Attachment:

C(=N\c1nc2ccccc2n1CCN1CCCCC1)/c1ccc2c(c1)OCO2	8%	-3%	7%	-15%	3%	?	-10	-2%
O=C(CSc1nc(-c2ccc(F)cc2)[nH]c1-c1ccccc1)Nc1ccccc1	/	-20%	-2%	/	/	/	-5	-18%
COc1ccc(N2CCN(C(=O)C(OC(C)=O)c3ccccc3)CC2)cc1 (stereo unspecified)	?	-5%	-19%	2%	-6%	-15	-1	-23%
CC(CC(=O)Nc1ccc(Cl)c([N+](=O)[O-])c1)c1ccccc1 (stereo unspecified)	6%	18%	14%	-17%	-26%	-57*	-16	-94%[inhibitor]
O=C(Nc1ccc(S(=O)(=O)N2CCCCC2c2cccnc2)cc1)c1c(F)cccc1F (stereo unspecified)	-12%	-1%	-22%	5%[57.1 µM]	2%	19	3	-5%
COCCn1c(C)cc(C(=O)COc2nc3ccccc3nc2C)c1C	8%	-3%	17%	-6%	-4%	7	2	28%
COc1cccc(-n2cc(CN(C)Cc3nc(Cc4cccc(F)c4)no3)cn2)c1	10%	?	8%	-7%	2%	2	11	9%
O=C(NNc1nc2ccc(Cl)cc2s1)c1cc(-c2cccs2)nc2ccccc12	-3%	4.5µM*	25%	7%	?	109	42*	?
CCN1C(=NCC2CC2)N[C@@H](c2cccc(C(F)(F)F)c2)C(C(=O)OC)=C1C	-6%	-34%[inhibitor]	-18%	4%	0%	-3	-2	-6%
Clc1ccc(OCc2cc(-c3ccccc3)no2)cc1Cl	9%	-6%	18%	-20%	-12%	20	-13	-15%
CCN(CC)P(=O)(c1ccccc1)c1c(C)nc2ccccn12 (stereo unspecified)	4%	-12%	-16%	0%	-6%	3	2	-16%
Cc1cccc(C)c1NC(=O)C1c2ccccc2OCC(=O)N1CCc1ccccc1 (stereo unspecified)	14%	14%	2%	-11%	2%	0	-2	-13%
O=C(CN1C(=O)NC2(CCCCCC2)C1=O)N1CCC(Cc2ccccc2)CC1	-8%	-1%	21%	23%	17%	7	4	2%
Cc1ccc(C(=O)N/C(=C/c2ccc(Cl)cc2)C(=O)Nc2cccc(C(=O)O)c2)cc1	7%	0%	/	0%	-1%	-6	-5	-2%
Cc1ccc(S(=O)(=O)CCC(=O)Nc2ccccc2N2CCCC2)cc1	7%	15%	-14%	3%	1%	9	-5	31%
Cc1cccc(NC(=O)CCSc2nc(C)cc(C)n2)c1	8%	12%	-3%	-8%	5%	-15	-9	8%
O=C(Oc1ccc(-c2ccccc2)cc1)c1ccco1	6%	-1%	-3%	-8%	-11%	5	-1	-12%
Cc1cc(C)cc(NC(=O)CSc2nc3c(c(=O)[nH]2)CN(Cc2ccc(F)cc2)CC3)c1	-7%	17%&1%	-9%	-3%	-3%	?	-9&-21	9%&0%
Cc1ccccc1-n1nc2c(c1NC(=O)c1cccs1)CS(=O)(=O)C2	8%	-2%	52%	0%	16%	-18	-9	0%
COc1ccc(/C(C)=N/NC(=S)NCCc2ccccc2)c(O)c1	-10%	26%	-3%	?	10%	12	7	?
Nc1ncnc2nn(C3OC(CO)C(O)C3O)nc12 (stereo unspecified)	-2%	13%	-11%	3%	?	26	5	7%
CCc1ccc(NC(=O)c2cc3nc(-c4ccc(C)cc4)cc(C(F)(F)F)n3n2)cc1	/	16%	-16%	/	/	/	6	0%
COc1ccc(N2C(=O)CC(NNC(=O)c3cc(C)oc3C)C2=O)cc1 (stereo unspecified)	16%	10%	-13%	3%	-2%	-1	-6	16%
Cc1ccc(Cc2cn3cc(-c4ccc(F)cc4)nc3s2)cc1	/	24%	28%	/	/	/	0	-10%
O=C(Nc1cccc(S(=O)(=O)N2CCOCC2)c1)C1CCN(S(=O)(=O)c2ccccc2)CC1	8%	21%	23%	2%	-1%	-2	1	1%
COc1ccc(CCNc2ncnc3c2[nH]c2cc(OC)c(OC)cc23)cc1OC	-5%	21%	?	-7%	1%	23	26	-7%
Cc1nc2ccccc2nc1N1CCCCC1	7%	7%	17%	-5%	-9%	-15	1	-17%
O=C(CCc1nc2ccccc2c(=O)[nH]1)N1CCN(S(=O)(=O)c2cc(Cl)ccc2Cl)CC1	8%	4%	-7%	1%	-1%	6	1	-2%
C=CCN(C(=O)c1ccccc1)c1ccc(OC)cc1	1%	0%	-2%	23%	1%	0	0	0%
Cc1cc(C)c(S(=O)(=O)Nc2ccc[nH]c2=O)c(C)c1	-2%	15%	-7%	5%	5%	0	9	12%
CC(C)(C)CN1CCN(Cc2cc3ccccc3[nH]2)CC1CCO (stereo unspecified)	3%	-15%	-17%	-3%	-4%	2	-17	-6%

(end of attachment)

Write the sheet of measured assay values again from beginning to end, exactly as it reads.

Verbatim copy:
C(=N\c1nc2ccccc2n1CCN1CCCCC1)/c1ccc2c(c1)OCO2	8%	-3%	7%	-15%	3%	?	-10	-2%
O=C(CSc1nc(-c2ccc(F)cc2)[nH]c1-c1ccccc1)Nc1ccccc1	/	-20%	-2%	/	/	/	-5	-18%
COc1ccc(N2CCN(C(=O)C(OC(C)=O)c3ccccc3)CC2)cc1 (stereo unspecified)	?	-5%	-19%	2%	-6%	-15	-1	-23%
CC(CC(=O)Nc1ccc(Cl)c([N+](=O)[O-])c1)c1ccccc1 (stereo unspecified)	6%	18%	14%	-17%	-26%	-57*	-16	-94%[inhibitor]
O=C(Nc1ccc(S(=O)(=O)N2CCCCC2c2cccnc2)cc1)c1c(F)cccc1F (stereo unspecified)	-12%	-1%	-22%	5%[57.1 µM]	2%	19	3	-5%
COCCn1c(C)cc(C(=O)COc2nc3ccccc3nc2C)c1C	8%	-3%	17%	-6%	-4%	7	2	28%
COc1cccc(-n2cc(CN(C)Cc3nc(Cc4cccc(F)c4)no3)cn2)c1	10%	?	8%	-7%	2%	2	11	9%
O=C(NNc1nc2ccc(Cl)cc2s1)c1cc(-c2cccs2)nc2ccccc12	-3%	4.5µM*	25%	7%	?	109	42*	?
CCN1C(=NCC2CC2)N[C@@H](c2cccc(C(F)(F)F)c2)C(C(=O)OC)=C1C	-6%	-34%[inhibitor]	-18%	4%	0%	-3	-2	-6%
Clc1ccc(OCc2cc(-c3ccccc3)no2)cc1Cl	9%	-6%	18%	-20%	-12%	20	-13	-15%
CCN(CC)P(=O)(c1ccccc1)c1c(C)nc2ccccn12 (stereo unspecified)	4%	-12%	-16%	0%	-6%	3	2	-16%
Cc1cccc(C)c1NC(=O)C1c2ccccc2OCC(=O)N1CCc1ccccc1 (stereo unspecified)	14%	14%	2%	-11%	2%	0	-2	-13%
O=C(CN1C(=O)NC2(CCCCCC2)C1=O)N1CCC(Cc2ccccc2)CC1	-8%	-1%	21%	23%	17%	7	4	2%
Cc1ccc(C(=O)N/C(=C/c2ccc(Cl)cc2)C(=O)Nc2cccc(C(=O)O)c2)cc1	7%	0%	/	0%	-1%	-6	-5	-2%
Cc1ccc(S(=O)(=O)CCC(=O)Nc2ccccc2N2CCCC2)cc1	7%	15%	-14%	3%	1%	9	-5	31%
Cc1cccc(NC(=O)CCSc2nc(C)cc(C)n2)c1	8%	12%	-3%	-8%	5%	-15	-9	8%
O=C(Oc1ccc(-c2ccccc2)cc1)c1ccco1	6%	-1%	-3%	-8%	-11%	5	-1	-12%
Cc1cc(C)cc(NC(=O)CSc2nc3c(c(=O)[nH]2)CN(Cc2ccc(F)cc2)CC3)c1	-7%	17%&1%	-9%	-3%	-3%	?	-9&-21	9%&0%
Cc1ccccc1-n1nc2c(c1NC(=O)c1cccs1)CS(=O)(=O)C2	8%	-2%	52%	0%	16%	-18	-9	0%
COc1ccc(/C(C)=N/NC(=S)NCCc2ccccc2)c(O)c1	-10%	26%	-3%	?	10%	12	7	?
Nc1ncnc2nn(C3OC(CO)C(O)C3O)nc12 (stereo unspecified)	-2%	13%	-11%	3%	?	26	5	7%
CCc1ccc(NC(=O)c2cc3nc(-c4ccc(C)cc4)cc(C(F)(F)F)n3n2)cc1	/	16%	-16%	/	/	/	6	0%
COc1ccc(N2C(=O)CC(NNC(=O)c3cc(C)oc3C)C2=O)cc1 (stereo unspecified)	16%	10%	-13%	3%	-2%	-1	-6	16%
Cc1ccc(Cc2cn3cc(-c4ccc(F)cc4)nc3s2)cc1	/	24%	28%	/	/	/	0	-10%
O=C(Nc1cccc(S(=O)(=O)N2CCOCC2)c1)C1CCN(S(=O)(=O)c2ccccc2)CC1	8%	21%	23%	2%	-1%	-2	1	1%
COc1ccc(CCNc2ncnc3c2[nH]c2cc(OC)c(OC)cc23)cc1OC	-5%	21%	?	-7%	1%	23	26	-7%
Cc1nc2ccccc2nc1N1CCCCC1	7%	7%	17%	-5%	-9%	-15	1	-17%
O=C(CCc1nc2ccccc2c(=O)[nH]1)N1CCN(S(=O)(=O)c2cc(Cl)ccc2Cl)CC1	8%	4%	-7%	1%	-1%	6	1	-2%
C=CCN(C(=O)c1ccccc1)c1ccc(OC)cc1	1%	0%	-2%	23%	1%	0	0	0%
Cc1cc(C)c(S(=O)(=O)Nc2ccc[nH]c2=O)c(C)c1	-2%	15%	-7%	5%	5%	0	9	12%
CC(C)(C)CN1CCN(Cc2cc3ccccc3[nH]2)CC1CCO (stereo unspecified)	3%	-15%	-17%	-3%	-4%	2	-17	-6%